But his family came from the city, which marked them as class enemies in Khmer Rouge eyes. When the Khmer Rouge took power on April 17, 1975, they immediately forced virtually all Phnom Penh’s inhabitants on a forced march to resettle in the countryside. Ven Kimsorn’s family was sent north to Kampong Thom province.
Ven Kimsorn’s siblings had another black mark against them: they had served with the government forces that fought against the Khmer Rouge. Three older brothers and one older sister were arrested and never seen again. An uncle also disappeared, presumed dead.
He said he had no idea that two Khmer Rouge leaders would be facing judgment in court this week. The trial has been so long, he said, and he must concentrate on earning enough to feed his family.
“I think that to prosecute just a handful of current surviving leaders is not enough. We need more responsible leaders from that regime to be brought before the court.”
CHHIN HUN, 23, a design and architecture student: “My idea is that the tribunal should proceed with its work with fairness, and not delay its proceedings quite often, as it does. … The more the trial is delayed, the more worry it causes Cambodians that the two defendants could die before it is completed.”
He learned about the Khmer Rouge at school and from his parents. He remembers that he heard about the tribunal many years ago, and wonders when the trials will end.
Foreign tourists will learn about Cambodia’s tragic history from the court proceedings, he said, but the tribunal’s work is mainly for Cambodians so they will never forget.
PHAN PHON, 67, a caretaker at a Buddhist pagoda in Phnom Penh: “If there is no trial, no justice, then the souls of dead people from the Khmer Rouge regime will not rest in peace. But, if the court judges the former Khmer Rouge leaders guilty, I hope their souls will be happy and they can be reborn with a new life.”
He worked in the rice fields in the western province of Koh Kong during the Khmer Rouge years. He said five of his relatives died during that time.
“The Khmer Rouge regarded the people as their tools. … it meant our lives, our bodies, belonged to them, so whether anybody was to live or die depended upon their judgment.”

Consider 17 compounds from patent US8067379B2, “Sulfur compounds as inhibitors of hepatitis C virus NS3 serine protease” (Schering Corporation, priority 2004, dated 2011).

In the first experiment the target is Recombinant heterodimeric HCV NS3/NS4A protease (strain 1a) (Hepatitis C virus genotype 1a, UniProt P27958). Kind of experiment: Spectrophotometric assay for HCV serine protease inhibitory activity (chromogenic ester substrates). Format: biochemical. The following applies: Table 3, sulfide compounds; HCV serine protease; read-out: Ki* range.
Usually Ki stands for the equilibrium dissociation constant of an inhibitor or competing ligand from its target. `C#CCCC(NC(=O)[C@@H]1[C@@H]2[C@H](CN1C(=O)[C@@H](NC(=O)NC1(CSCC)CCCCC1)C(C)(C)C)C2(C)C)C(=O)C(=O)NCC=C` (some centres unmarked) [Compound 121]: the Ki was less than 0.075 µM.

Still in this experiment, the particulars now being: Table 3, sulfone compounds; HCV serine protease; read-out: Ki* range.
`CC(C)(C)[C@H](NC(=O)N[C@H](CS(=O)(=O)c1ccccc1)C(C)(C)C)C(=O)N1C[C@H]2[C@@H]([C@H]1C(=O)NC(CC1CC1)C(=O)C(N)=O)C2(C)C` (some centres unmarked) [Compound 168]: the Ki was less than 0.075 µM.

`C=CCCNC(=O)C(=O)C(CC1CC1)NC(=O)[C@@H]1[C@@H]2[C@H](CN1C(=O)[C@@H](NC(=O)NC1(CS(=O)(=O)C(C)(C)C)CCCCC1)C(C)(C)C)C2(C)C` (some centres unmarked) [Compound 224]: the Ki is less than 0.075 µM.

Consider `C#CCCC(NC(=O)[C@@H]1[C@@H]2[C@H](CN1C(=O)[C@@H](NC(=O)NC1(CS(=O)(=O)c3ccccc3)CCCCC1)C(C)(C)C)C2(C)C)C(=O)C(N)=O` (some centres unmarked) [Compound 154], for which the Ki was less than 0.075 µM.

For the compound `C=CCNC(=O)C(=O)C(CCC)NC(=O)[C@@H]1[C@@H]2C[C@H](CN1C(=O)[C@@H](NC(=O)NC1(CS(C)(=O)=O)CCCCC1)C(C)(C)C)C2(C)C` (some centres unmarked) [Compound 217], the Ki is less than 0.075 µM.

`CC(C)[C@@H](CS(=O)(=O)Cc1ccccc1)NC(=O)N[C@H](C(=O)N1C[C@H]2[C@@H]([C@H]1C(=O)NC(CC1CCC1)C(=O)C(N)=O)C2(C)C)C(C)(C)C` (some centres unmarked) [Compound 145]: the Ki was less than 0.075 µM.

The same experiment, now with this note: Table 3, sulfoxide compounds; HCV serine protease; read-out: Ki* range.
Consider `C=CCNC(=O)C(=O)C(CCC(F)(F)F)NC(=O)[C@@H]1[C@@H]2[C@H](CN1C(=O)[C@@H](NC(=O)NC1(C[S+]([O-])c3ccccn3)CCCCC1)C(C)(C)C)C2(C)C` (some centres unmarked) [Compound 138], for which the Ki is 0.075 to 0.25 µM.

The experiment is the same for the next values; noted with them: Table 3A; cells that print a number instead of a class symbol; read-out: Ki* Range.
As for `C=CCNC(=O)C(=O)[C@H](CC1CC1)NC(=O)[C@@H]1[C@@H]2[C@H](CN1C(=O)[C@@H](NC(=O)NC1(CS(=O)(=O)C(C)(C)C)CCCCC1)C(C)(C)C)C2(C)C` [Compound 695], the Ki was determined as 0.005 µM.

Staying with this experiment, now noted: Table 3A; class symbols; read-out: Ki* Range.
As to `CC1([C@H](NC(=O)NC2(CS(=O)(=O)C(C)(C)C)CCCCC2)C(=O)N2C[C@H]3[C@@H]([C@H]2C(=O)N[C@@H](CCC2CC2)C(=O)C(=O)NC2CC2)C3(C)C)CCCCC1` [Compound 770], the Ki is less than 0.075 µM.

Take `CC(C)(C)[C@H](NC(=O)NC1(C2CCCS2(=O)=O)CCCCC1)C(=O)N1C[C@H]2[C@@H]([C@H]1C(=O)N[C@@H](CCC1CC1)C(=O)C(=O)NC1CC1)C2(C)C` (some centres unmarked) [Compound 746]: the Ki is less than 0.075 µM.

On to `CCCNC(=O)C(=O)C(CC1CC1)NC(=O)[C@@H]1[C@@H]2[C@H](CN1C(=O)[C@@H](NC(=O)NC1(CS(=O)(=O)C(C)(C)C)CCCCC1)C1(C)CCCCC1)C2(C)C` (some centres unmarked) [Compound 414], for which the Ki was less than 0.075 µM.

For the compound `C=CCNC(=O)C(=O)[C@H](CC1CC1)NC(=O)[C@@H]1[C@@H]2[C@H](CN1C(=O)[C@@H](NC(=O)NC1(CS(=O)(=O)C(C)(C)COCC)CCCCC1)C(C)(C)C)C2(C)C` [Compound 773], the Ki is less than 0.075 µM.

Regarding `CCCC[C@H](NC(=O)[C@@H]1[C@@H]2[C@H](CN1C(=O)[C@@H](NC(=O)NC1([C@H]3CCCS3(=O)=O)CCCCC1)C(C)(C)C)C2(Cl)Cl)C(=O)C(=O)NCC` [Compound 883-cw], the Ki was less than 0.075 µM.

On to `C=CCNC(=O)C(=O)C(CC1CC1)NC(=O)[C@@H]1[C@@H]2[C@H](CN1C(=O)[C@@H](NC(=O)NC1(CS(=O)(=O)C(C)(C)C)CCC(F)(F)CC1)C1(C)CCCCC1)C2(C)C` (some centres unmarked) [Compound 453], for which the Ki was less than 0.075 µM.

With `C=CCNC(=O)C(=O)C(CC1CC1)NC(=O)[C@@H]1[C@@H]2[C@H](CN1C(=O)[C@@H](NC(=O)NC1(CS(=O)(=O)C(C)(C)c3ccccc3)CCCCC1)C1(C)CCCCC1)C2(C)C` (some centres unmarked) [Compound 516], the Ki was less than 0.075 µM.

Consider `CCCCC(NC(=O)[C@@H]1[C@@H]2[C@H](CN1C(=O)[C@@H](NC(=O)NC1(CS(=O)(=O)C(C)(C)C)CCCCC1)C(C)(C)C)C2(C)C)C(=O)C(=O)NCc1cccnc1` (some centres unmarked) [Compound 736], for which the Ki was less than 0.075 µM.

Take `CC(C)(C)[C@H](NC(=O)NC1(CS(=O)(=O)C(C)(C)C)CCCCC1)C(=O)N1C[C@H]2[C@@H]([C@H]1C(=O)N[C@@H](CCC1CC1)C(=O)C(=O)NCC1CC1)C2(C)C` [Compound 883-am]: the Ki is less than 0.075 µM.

Phan Phon said he and friends discuss the trial, which he follows on radio and TV.
DYMA LYNETH, 25, a fourth-year student of mass media and communications: “I think that the Khmer Rouge regime was one of such terror that people cannot help but remember them for a lifetime.”
She said she learned about the Khmer Rouge from her parents and her teachers.
“According to what I learned, many Cambodians were killed, especially highly educated people, without even knowing what they might have done wrong in the eyes of their killers.”
She believes the trials should not only provide justice, but also have a restorative value, since the Khmer Rouge destroyed all basic institutions, such as education and religion.
While she understands why most people believe it is appropriate to pursue justice through the court, she wonders about its practical value and importance.
“I think that the tribunal should not spend such a long time and a lot of money, as they have,” she said, adding that some of the funds could be used for developing the country and meeting people’s needs.
PHON PATH, 54, a farmer in the southern province of Kampong Speu: “Now people are eager to see justice, and I think that after they know that the two leaders are convicted, they will be happy and their anger will be eased.”
As a teen, he was forced by the Khmer Rouge to plant rice, dig canals and build dams.
“They used people like tools and forced them to work likes slaves or animals,” he recalled.
He said he didn’t know much about the Khmer Rouge leaders, but is certain that their policies spelled doom for his country.
“If the Khmer Rouge regime had continued leading the country for another decade, then all the Cambodian people would have been dead from lack of food, medicine or execution.”
He said he has neither the time nor money to go see a session of the trial, but follows news on radio and television.
Associated Press writer Grant Peck in Bangkok contributed to this report.